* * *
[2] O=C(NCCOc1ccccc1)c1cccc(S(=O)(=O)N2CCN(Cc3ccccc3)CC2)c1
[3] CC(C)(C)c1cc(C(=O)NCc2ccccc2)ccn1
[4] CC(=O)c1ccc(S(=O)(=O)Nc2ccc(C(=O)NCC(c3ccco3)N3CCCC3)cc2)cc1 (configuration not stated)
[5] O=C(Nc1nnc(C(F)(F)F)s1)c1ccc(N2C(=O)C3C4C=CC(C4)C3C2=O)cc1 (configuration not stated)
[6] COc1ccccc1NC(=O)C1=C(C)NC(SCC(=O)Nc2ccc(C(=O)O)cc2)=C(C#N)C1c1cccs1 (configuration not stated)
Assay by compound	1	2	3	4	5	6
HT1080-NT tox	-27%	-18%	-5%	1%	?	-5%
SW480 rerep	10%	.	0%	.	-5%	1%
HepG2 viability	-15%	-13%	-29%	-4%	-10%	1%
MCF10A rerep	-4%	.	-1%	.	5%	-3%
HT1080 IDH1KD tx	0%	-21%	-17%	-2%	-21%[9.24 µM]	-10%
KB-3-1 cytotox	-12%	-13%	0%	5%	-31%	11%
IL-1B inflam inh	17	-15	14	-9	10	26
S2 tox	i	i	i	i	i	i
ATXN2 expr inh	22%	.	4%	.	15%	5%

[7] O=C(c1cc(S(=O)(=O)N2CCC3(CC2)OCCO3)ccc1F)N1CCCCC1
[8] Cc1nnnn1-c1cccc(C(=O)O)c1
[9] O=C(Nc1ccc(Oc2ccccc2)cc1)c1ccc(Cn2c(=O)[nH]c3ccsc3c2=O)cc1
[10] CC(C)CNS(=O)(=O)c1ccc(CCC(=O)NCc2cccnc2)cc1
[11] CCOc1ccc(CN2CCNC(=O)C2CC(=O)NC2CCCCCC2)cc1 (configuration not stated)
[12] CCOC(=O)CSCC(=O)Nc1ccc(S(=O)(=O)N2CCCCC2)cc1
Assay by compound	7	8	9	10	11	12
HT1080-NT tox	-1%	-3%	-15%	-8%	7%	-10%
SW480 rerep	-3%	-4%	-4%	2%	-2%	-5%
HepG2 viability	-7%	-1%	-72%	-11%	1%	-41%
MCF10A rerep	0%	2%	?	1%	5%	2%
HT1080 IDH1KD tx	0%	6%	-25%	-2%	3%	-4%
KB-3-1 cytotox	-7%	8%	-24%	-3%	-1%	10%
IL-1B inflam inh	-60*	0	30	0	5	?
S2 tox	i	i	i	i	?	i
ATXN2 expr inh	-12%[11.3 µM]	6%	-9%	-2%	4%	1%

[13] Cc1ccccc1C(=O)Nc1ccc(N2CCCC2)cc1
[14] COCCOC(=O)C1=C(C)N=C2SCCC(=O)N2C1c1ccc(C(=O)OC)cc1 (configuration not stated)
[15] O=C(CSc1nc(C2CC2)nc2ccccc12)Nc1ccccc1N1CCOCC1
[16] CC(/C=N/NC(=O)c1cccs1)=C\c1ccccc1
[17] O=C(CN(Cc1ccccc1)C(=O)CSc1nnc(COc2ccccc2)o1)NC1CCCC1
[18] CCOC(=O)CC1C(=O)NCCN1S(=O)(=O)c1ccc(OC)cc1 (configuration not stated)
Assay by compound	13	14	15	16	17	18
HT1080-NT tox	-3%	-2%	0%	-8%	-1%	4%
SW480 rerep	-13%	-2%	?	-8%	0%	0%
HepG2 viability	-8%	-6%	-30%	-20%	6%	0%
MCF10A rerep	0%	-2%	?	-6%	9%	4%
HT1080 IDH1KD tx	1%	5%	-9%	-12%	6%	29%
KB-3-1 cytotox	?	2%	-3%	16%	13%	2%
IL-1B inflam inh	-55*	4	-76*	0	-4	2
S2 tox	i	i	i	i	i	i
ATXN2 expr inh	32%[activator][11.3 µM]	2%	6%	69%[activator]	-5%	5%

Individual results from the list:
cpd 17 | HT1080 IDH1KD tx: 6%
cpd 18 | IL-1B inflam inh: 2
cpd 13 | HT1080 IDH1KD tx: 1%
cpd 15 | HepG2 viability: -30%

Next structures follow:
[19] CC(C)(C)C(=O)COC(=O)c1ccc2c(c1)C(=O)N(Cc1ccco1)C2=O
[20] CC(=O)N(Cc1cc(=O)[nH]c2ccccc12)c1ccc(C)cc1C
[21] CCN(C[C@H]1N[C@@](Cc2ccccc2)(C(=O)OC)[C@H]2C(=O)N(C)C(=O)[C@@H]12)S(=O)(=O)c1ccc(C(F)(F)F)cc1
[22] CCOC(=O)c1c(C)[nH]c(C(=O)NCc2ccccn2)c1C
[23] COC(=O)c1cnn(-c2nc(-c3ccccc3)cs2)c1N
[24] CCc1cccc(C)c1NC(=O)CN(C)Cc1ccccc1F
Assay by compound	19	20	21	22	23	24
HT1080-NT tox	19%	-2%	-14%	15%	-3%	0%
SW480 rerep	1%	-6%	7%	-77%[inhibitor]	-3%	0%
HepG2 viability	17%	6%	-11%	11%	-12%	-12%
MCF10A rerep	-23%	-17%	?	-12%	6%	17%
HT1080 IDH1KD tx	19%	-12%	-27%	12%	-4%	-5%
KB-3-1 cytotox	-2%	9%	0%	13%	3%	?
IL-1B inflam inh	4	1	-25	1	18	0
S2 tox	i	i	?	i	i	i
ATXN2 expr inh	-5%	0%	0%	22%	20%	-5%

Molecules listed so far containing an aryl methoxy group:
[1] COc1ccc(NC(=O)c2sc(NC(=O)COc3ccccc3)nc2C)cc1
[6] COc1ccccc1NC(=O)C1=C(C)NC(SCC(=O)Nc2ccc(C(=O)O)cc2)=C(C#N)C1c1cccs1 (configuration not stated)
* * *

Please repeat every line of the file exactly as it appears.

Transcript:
[2] O=C(NCCOc1ccccc1)c1cccc(S(=O)(=O)N2CCN(Cc3ccccc3)CC2)c1
[3] CC(C)(C)c1cc(C(=O)NCc2ccccc2)ccn1
[4] CC(=O)c1ccc(S(=O)(=O)Nc2ccc(C(=O)NCC(c3ccco3)N3CCCC3)cc2)cc1 (configuration not stated)
[5] O=C(Nc1nnc(C(F)(F)F)s1)c1ccc(N2C(=O)C3C4C=CC(C4)C3C2=O)cc1 (configuration not stated)
[6] COc1ccccc1NC(=O)C1=C(C)NC(SCC(=O)Nc2ccc(C(=O)O)cc2)=C(C#N)C1c1cccs1 (configuration not stated)
Assay by compound	1	2	3	4	5	6
HT1080-NT tox	-27%	-18%	-5%	1%	?	-5%
SW480 rerep	10%	.	0%	.	-5%	1%
HepG2 viability	-15%	-13%	-29%	-4%	-10%	1%
MCF10A rerep	-4%	.	-1%	.	5%	-3%
HT1080 IDH1KD tx	0%	-21%	-17%	-2%	-21%[9.24 µM]	-10%
KB-3-1 cytotox	-12%	-13%	0%	5%	-31%	11%
IL-1B inflam inh	17	-15	14	-9	10	26
S2 tox	i	i	i	i	i	i
ATXN2 expr inh	22%	.	4%	.	15%	5%

[7] O=C(c1cc(S(=O)(=O)N2CCC3(CC2)OCCO3)ccc1F)N1CCCCC1
[8] Cc1nnnn1-c1cccc(C(=O)O)c1
[9] O=C(Nc1ccc(Oc2ccccc2)cc1)c1ccc(Cn2c(=O)[nH]c3ccsc3c2=O)cc1
[10] CC(C)CNS(=O)(=O)c1ccc(CCC(=O)NCc2cccnc2)cc1
[11] CCOc1ccc(CN2CCNC(=O)C2CC(=O)NC2CCCCCC2)cc1 (configuration not stated)
[12] CCOC(=O)CSCC(=O)Nc1ccc(S(=O)(=O)N2CCCCC2)cc1
Assay by compound	7	8	9	10	11	12
HT1080-NT tox	-1%	-3%	-15%	-8%	7%	-10%
SW480 rerep	-3%	-4%	-4%	2%	-2%	-5%
HepG2 viability	-7%	-1%	-72%	-11%	1%	-41%
MCF10A rerep	0%	2%	?	1%	5%	2%
HT1080 IDH1KD tx	0%	6%	-25%	-2%	3%	-4%
KB-3-1 cytotox	-7%	8%	-24%	-3%	-1%	10%
IL-1B inflam inh	-60*	0	30	0	5	?
S2 tox	i	i	i	i	?	i
ATXN2 expr inh	-12%[11.3 µM]	6%	-9%	-2%	4%	1%

[13] Cc1ccccc1C(=O)Nc1ccc(N2CCCC2)cc1
[14] COCCOC(=O)C1=C(C)N=C2SCCC(=O)N2C1c1ccc(C(=O)OC)cc1 (configuration not stated)
[15] O=C(CSc1nc(C2CC2)nc2ccccc12)Nc1ccccc1N1CCOCC1
[16] CC(/C=N/NC(=O)c1cccs1)=C\c1ccccc1
[17] O=C(CN(Cc1ccccc1)C(=O)CSc1nnc(COc2ccccc2)o1)NC1CCCC1
[18] CCOC(=O)CC1C(=O)NCCN1S(=O)(=O)c1ccc(OC)cc1 (configuration not stated)
Assay by compound	13	14	15	16	17	18
HT1080-NT tox	-3%	-2%	0%	-8%	-1%	4%
SW480 rerep	-13%	-2%	?	-8%	0%	0%
HepG2 viability	-8%	-6%	-30%	-20%	6%	0%
MCF10A rerep	0%	-2%	?	-6%	9%	4%
HT1080 IDH1KD tx	1%	5%	-9%	-12%	6%	29%
KB-3-1 cytotox	?	2%	-3%	16%	13%	2%
IL-1B inflam inh	-55*	4	-76*	0	-4	2
S2 tox	i	i	i	i	i	i
ATXN2 expr inh	32%[activator][11.3 µM]	2%	6%	69%[activator]	-5%	5%

Individual results from the list:
cpd 17 | HT1080 IDH1KD tx: 6%
cpd 18 | IL-1B inflam inh: 2
cpd 13 | HT1080 IDH1KD tx: 1%
cpd 15 | HepG2 viability: -30%

Next structures follow:
[19] CC(C)(C)C(=O)COC(=O)c1ccc2c(c1)C(=O)N(Cc1ccco1)C2=O
[20] CC(=O)N(Cc1cc(=O)[nH]c2ccccc12)c1ccc(C)cc1C
[21] CCN(C[C@H]1N[C@@](Cc2ccccc2)(C(=O)OC)[C@H]2C(=O)N(C)C(=O)[C@@H]12)S(=O)(=O)c1ccc(C(F)(F)F)cc1
[22] CCOC(=O)c1c(C)[nH]c(C(=O)NCc2ccccn2)c1C
[23] COC(=O)c1cnn(-c2nc(-c3ccccc3)cs2)c1N
[24] CCc1cccc(C)c1NC(=O)CN(C)Cc1ccccc1F
Assay by compound	19	20	21	22	23	24
HT1080-NT tox	19%	-2%	-14%	15%	-3%	0%
SW480 rerep	1%	-6%	7%	-77%[inhibitor]	-3%	0%
HepG2 viability	17%	6%	-11%	11%	-12%	-12%
MCF10A rerep	-23%	-17%	?	-12%	6%	17%
HT1080 IDH1KD tx	19%	-12%	-27%	12%	-4%	-5%
KB-3-1 cytotox	-2%	9%	0%	13%	3%	?
IL-1B inflam inh	4	1	-25	1	18	0
S2 tox	i	i	?	i	i	i
ATXN2 expr inh	-5%	0%	0%	22%	20%	-5%

Molecules listed so far containing an aryl methoxy group:
[1] COc1ccc(NC(=O)c2sc(NC(=O)COc3ccccc3)nc2C)cc1
[6] COc1ccccc1NC(=O)C1=C(C)NC(SCC(=O)Nc2ccc(C(=O)O)cc2)=C(C#N)C1c1cccs1 (configuration not stated)